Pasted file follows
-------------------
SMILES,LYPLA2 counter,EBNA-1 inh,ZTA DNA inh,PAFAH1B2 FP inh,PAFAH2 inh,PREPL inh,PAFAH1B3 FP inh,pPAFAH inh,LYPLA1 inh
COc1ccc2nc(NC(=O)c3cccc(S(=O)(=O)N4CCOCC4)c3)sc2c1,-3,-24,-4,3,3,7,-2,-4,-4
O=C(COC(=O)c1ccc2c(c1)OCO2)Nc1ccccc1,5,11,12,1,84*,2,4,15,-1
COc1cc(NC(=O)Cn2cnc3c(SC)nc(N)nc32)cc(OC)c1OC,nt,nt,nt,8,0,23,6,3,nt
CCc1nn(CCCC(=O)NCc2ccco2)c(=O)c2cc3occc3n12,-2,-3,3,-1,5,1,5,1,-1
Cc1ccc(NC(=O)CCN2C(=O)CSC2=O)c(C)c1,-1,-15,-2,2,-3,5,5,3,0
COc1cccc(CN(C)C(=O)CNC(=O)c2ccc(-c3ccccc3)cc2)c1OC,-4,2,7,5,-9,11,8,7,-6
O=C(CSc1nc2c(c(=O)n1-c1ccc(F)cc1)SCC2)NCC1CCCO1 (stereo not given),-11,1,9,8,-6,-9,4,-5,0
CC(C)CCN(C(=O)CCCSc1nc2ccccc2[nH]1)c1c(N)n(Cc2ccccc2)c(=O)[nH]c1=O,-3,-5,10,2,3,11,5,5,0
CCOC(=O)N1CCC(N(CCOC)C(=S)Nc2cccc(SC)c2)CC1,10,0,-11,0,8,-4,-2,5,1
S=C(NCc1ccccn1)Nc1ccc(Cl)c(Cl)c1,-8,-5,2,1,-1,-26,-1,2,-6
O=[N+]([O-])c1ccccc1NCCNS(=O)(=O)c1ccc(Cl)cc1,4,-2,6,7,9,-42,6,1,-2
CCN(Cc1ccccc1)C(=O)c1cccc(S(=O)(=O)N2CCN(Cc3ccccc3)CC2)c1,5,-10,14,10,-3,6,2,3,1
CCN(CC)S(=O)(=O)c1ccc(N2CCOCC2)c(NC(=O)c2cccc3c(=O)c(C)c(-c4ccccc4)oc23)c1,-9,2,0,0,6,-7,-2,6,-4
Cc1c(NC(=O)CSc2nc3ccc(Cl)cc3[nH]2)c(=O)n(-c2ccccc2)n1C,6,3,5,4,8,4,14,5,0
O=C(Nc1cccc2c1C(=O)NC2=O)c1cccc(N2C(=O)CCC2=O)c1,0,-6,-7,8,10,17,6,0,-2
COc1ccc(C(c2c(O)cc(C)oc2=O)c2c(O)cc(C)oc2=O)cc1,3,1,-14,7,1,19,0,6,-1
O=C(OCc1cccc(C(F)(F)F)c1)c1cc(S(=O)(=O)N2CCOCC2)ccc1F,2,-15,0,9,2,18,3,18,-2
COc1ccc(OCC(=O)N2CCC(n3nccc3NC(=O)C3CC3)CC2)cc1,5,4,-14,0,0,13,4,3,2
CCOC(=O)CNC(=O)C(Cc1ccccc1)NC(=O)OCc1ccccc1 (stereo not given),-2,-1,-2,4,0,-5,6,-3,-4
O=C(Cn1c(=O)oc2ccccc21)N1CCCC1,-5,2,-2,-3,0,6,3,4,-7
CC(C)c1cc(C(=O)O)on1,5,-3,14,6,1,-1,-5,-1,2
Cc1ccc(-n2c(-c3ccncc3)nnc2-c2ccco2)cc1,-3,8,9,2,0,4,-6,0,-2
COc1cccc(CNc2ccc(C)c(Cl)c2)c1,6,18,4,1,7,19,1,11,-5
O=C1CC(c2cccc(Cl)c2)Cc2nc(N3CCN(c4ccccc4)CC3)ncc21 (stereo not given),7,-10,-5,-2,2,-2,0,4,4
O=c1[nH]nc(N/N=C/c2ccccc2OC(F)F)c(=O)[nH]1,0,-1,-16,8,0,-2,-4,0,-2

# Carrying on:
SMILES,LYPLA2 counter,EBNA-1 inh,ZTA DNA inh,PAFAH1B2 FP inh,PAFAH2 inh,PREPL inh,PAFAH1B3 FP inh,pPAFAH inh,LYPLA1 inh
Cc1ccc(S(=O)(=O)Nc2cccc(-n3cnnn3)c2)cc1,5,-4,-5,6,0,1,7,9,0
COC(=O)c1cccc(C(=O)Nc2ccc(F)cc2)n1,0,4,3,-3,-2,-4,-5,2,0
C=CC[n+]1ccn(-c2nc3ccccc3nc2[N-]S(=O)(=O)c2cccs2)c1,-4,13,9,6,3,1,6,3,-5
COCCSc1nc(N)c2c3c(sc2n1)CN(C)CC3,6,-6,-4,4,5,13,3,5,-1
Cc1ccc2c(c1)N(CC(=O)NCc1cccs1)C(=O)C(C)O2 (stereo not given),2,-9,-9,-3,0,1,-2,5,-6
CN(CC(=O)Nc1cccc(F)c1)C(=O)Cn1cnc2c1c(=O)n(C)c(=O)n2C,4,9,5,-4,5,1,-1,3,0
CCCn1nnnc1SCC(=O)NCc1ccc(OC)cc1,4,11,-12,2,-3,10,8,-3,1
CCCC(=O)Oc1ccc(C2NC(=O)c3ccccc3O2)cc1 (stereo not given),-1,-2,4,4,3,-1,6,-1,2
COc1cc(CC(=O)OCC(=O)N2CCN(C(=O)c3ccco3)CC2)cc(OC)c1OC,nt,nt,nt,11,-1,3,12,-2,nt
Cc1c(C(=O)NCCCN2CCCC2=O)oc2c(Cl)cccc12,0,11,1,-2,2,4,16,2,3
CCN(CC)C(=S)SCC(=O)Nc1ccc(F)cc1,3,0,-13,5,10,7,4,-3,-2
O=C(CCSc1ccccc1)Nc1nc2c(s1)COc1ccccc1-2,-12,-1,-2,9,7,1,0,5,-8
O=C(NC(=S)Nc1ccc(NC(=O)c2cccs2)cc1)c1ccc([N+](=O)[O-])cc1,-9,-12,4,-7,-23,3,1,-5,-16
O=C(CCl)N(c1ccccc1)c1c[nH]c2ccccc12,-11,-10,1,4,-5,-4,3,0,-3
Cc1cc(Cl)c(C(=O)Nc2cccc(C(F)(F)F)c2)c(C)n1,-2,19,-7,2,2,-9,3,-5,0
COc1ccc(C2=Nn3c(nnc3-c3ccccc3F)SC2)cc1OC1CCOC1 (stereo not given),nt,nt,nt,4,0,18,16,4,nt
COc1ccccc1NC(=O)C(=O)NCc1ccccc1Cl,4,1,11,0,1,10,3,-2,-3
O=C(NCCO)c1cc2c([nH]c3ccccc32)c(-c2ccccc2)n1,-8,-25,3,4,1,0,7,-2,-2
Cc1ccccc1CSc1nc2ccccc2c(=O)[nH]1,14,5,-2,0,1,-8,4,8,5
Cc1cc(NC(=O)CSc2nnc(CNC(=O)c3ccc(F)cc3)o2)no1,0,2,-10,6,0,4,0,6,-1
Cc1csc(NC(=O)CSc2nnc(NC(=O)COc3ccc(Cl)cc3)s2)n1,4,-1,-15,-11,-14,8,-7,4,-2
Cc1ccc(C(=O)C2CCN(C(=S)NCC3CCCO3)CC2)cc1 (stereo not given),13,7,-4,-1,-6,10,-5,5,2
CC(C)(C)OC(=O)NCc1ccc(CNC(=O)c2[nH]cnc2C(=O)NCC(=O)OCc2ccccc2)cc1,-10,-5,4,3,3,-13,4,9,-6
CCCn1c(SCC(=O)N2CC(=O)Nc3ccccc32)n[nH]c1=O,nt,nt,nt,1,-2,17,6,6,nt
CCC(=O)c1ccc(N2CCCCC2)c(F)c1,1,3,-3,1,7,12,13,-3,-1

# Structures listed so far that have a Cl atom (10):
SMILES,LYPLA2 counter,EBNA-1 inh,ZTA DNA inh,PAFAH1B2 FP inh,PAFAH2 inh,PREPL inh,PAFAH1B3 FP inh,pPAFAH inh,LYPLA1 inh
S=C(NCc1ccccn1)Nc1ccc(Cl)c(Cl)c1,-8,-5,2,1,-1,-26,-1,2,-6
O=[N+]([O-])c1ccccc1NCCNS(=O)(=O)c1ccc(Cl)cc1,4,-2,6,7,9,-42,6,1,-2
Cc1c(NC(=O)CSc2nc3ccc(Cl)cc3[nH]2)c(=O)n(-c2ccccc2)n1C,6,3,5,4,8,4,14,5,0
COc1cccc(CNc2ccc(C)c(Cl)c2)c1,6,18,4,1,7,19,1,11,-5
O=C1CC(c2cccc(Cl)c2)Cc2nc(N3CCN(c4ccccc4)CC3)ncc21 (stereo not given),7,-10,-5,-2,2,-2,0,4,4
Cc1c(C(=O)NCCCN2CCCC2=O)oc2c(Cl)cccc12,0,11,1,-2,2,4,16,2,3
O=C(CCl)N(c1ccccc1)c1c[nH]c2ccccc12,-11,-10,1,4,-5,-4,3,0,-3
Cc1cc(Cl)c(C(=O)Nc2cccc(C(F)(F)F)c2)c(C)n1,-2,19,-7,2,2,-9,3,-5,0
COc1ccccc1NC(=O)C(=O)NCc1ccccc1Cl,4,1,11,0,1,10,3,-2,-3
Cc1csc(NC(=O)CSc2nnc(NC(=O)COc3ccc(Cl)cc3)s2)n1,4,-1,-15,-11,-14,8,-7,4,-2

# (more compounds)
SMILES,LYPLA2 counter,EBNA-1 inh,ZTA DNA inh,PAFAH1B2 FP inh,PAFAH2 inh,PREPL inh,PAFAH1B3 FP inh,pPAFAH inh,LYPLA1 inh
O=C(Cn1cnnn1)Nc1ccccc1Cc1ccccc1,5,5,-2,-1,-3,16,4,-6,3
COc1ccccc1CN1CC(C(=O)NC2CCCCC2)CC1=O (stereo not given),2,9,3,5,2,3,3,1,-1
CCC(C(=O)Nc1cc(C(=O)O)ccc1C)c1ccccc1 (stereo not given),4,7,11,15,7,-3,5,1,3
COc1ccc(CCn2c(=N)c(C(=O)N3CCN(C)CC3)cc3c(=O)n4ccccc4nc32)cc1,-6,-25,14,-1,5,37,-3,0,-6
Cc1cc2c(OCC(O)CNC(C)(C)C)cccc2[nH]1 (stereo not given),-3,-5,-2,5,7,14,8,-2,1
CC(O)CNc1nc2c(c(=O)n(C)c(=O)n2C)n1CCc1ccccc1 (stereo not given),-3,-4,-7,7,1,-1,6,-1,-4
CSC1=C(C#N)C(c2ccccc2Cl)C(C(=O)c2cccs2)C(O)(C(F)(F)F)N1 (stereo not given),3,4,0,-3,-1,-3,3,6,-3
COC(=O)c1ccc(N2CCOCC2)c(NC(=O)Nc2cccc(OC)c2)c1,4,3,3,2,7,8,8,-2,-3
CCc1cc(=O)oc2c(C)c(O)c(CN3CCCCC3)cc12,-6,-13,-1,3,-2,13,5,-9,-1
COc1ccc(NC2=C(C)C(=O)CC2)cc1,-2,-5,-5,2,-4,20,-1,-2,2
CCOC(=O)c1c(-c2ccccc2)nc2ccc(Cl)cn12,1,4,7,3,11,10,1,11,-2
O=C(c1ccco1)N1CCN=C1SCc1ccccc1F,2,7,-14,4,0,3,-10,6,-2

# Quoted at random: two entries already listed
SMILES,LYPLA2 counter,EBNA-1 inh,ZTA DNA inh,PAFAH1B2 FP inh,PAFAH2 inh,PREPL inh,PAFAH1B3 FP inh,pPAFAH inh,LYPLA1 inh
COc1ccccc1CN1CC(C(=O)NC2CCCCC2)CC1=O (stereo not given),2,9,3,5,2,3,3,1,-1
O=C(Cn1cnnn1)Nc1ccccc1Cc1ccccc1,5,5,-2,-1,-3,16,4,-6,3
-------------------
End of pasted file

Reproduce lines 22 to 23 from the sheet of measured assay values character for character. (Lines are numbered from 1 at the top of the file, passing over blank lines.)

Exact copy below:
CC(C)c1cc(C(=O)O)on1,5,-3,14,6,1,-1,-5,-1,2
Cc1ccc(-n2c(-c3ccncc3)nnc2-c2ccco2)cc1,-3,8,9,2,0,4,-6,0,-2